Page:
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By: Matt_L http://www.historiann.com/2011/10/04/can-a-textbook-change-your-intellectual-life/comment-page-1/#comment-882669 Wed, 05 Oct 2011 17:16:41 +0000 http://www.historiann.com/?p=16789#comment-882669 I still use Joseph Rothschild’s “East Central Europe between the Two World Wars (Washington:1974) when teaching Eastern Europe. Ivan Berend has a more recent survey of the same era and region, but Rothschild’s political narrative is still incredibly useful. It lets students see and make comparisons between Poland and Czechoslovakia, for example.

Many of the monographs on East European history are erudite, but so specialized as to be incomprehensible to most undergrads. Same with the journal articles. Its not the kind of reading that gets them fired up and ready to come back for more.

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By: Historiann http://www.historiann.com/2011/10/04/can-a-textbook-change-your-intellectual-life/comment-page-1/#comment-882629 Wed, 05 Oct 2011 15:13:15 +0000 http://www.historiann.com/?p=16789#comment-882629 Thanks, Leslie! (Your kickback on my royalties will be in the mail soon.) Good for you for making your students read monographs.

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By: Leslie M-B http://www.historiann.com/2011/10/04/can-a-textbook-change-your-intellectual-life/comment-page-1/#comment-882622 Wed, 05 Oct 2011 14:54:21 +0000 http://www.historiann.com/?p=16789#comment-882622 The last time as a student I used a U.S. history textbook was when I was 15 years old, so I think I’ve been associating textbooks with high school students rather than undergraduates.

I did use a textbook with my U.S. survey (to 1877) last year, but that was as much a crutch for me–as I said, I hadn’t taken a survey course since 10th grade–as for the students. Now that I’ve reviewed that content and restored my confidence in my knowledge of U.S. history, I’m using primarily monographs (including yours, Historiann–mwah!), as well as a pretty crappy “major problems” sources/essays book that I won’t use again.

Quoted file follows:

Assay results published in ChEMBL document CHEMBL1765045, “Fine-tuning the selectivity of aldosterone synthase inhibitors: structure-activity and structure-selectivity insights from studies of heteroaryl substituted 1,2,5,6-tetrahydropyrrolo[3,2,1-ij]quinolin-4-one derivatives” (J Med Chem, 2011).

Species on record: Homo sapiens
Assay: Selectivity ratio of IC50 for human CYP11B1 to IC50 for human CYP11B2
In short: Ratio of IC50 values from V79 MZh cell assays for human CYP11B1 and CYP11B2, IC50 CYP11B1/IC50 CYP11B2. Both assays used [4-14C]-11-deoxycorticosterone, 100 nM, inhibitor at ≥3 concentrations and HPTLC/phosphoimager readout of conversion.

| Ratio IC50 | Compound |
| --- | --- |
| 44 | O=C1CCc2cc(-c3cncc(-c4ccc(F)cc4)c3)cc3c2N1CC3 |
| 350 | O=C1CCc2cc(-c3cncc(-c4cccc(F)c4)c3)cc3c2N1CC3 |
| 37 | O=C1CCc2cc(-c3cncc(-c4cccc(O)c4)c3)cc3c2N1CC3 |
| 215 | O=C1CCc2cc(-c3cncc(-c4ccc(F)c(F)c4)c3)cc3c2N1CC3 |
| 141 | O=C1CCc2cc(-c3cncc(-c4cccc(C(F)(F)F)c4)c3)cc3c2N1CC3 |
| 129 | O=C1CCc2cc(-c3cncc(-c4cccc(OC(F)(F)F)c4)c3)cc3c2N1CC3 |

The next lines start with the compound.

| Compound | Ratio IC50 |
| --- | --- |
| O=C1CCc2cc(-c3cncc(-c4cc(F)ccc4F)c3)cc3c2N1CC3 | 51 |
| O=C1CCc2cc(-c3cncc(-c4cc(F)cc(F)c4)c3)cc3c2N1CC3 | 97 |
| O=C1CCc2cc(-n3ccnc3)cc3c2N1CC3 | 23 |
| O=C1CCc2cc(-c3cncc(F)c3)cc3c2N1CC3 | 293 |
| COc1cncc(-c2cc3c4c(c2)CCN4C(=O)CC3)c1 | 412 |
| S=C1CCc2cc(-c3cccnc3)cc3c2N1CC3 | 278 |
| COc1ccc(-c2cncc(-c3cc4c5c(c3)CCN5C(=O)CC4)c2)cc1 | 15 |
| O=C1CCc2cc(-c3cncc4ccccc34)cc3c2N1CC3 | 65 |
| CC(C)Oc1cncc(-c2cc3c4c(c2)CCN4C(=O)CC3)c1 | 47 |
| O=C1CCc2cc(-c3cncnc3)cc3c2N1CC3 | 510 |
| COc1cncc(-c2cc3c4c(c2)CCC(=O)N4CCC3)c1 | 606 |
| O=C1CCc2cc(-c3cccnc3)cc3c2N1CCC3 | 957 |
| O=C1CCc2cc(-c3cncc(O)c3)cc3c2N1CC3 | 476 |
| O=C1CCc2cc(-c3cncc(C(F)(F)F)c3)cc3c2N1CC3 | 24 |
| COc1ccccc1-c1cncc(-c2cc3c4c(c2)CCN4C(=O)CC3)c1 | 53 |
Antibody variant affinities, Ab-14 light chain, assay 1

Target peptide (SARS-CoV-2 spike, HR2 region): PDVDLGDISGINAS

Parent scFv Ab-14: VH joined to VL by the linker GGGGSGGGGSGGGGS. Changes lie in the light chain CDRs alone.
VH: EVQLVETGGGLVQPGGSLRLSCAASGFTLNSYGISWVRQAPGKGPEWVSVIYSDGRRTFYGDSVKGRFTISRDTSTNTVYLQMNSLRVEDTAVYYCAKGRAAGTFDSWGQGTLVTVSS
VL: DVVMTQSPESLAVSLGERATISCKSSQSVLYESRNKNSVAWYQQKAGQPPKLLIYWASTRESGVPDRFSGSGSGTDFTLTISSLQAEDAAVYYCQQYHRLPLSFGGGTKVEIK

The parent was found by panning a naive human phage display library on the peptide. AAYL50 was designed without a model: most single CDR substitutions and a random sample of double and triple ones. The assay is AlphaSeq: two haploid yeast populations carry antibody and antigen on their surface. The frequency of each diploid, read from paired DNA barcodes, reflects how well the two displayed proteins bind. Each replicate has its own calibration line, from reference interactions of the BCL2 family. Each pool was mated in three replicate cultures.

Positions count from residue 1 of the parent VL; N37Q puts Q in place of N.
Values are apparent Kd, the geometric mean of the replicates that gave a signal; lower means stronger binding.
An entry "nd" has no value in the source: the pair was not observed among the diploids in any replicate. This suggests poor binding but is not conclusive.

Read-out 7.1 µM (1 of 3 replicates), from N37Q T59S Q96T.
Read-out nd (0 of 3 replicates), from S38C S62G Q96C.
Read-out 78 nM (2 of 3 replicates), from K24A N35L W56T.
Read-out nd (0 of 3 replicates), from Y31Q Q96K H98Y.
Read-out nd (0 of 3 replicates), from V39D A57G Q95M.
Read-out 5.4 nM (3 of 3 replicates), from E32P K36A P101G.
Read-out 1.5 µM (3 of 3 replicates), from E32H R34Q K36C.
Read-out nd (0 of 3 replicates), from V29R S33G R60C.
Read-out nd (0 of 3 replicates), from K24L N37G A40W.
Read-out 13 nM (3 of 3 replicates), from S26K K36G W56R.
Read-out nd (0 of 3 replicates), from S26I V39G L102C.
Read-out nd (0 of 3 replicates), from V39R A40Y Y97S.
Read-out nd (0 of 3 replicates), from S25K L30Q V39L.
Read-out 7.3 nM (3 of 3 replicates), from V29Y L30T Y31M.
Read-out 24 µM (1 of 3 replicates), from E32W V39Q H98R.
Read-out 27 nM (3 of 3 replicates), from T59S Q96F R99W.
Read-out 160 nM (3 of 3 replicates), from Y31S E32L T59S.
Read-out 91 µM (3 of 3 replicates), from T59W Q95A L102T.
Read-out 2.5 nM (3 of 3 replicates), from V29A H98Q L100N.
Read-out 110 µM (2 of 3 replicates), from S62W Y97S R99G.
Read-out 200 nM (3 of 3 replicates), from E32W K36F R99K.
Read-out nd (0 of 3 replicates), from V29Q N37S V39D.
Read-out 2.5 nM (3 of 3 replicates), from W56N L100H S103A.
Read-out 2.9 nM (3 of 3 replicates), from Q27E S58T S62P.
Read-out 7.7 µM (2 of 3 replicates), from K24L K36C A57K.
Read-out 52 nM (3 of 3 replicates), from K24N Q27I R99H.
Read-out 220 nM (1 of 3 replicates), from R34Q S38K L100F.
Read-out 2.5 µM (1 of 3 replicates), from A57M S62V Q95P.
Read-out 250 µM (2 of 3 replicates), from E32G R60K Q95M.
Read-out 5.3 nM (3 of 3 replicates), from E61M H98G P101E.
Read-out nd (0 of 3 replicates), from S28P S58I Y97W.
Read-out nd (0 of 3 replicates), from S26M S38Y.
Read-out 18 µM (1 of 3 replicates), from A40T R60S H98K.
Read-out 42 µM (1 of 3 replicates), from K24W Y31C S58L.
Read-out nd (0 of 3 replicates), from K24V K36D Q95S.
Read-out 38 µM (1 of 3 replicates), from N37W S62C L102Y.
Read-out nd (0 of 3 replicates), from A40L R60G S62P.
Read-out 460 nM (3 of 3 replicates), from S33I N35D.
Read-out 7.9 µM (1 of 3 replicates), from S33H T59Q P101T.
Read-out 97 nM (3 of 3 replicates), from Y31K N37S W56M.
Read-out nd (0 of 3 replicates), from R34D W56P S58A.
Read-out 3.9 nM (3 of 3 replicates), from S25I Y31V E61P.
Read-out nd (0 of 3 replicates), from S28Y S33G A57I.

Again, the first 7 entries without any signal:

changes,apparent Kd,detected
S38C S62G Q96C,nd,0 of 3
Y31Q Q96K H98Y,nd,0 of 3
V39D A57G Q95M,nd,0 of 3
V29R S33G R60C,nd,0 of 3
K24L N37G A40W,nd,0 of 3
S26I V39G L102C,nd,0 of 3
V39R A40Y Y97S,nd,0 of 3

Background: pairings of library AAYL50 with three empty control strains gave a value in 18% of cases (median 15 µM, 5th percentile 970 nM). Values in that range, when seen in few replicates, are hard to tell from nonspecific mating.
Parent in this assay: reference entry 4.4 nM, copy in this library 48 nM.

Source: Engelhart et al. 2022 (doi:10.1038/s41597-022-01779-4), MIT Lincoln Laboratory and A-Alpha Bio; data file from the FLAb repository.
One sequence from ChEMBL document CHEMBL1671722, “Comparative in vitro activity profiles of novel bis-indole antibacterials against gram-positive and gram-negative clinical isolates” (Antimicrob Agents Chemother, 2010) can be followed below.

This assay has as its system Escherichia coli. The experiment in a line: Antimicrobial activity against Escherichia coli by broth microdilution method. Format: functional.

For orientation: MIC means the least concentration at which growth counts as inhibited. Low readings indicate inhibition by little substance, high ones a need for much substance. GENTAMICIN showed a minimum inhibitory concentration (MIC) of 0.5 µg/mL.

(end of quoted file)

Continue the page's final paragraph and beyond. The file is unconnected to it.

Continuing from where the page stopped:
Plus, I can’t help but be petty about certain textbooks. I realized after ordering the one from last year that one of its authors is the person who actively worked to keep me out of hir graduate history seminar because I was a cultural studies student. I won’t be sending her royalties again anytime soon, I assure you. :)

I admit my primary-sources-and-monographs approach this year is more than a little disorienting to my students, many of whom are first-year students. Recently, though, they do seem grateful that I’m not dragging them on a forced march through a textbook and expecting them to memorize a bunch of dates, acts, and battles, which apparently was their high school experience.

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By: Historiann http://www.historiann.com/2011/10/04/can-a-textbook-change-your-intellectual-life/comment-page-1/#comment-882606 Wed, 05 Oct 2011 14:09:26 +0000 http://www.historiann.com/?p=16789#comment-882606 You are right, Nicoleandmaggie. I think historians need to re-imagine the textbook. But from what I gather, textbook companies are pretty conservative when it comes to the books they think they can sell. In many respects, historians–or the people who are teaching most intro classes these days–want what most of our students want, which is the same old, same goddamned story they read in 5th, 8th, and 11th grade.

But, really: what is the point of a textbook if it’s not the handmaiden of mass education at the lowest price? Maybe that’s my biggest beef. They’re meant to serve the 100-,200-, or 500-seat “classrooms” (or rather, stadiums).

This is why I say blow them up and let the students put together their own stories from the fluttering scraps that are left. (So to speak.)

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By: Nicoleandmaggie http://www.historiann.com/2011/10/04/can-a-textbook-change-your-intellectual-life/comment-page-1/#comment-882590 Wed, 05 Oct 2011 13:20:56 +0000 http://www.historiann.com/?p=16789#comment-882590 Maybe history just needs better textbooks.

Though I had an undergraduate American Economic History class with Atack and Passel as the text and supplemental readings on top of that. I feel like I learned a lot of critical thinking from it, and definitely didn’t come out thinking there was just one accepted story for everything, or that thinking about these issues stopped in the 1980s. Maybe on a few issues, but that’s just because the field of economic history really has stopped thinking about those for the time being and has been focusing on other areas.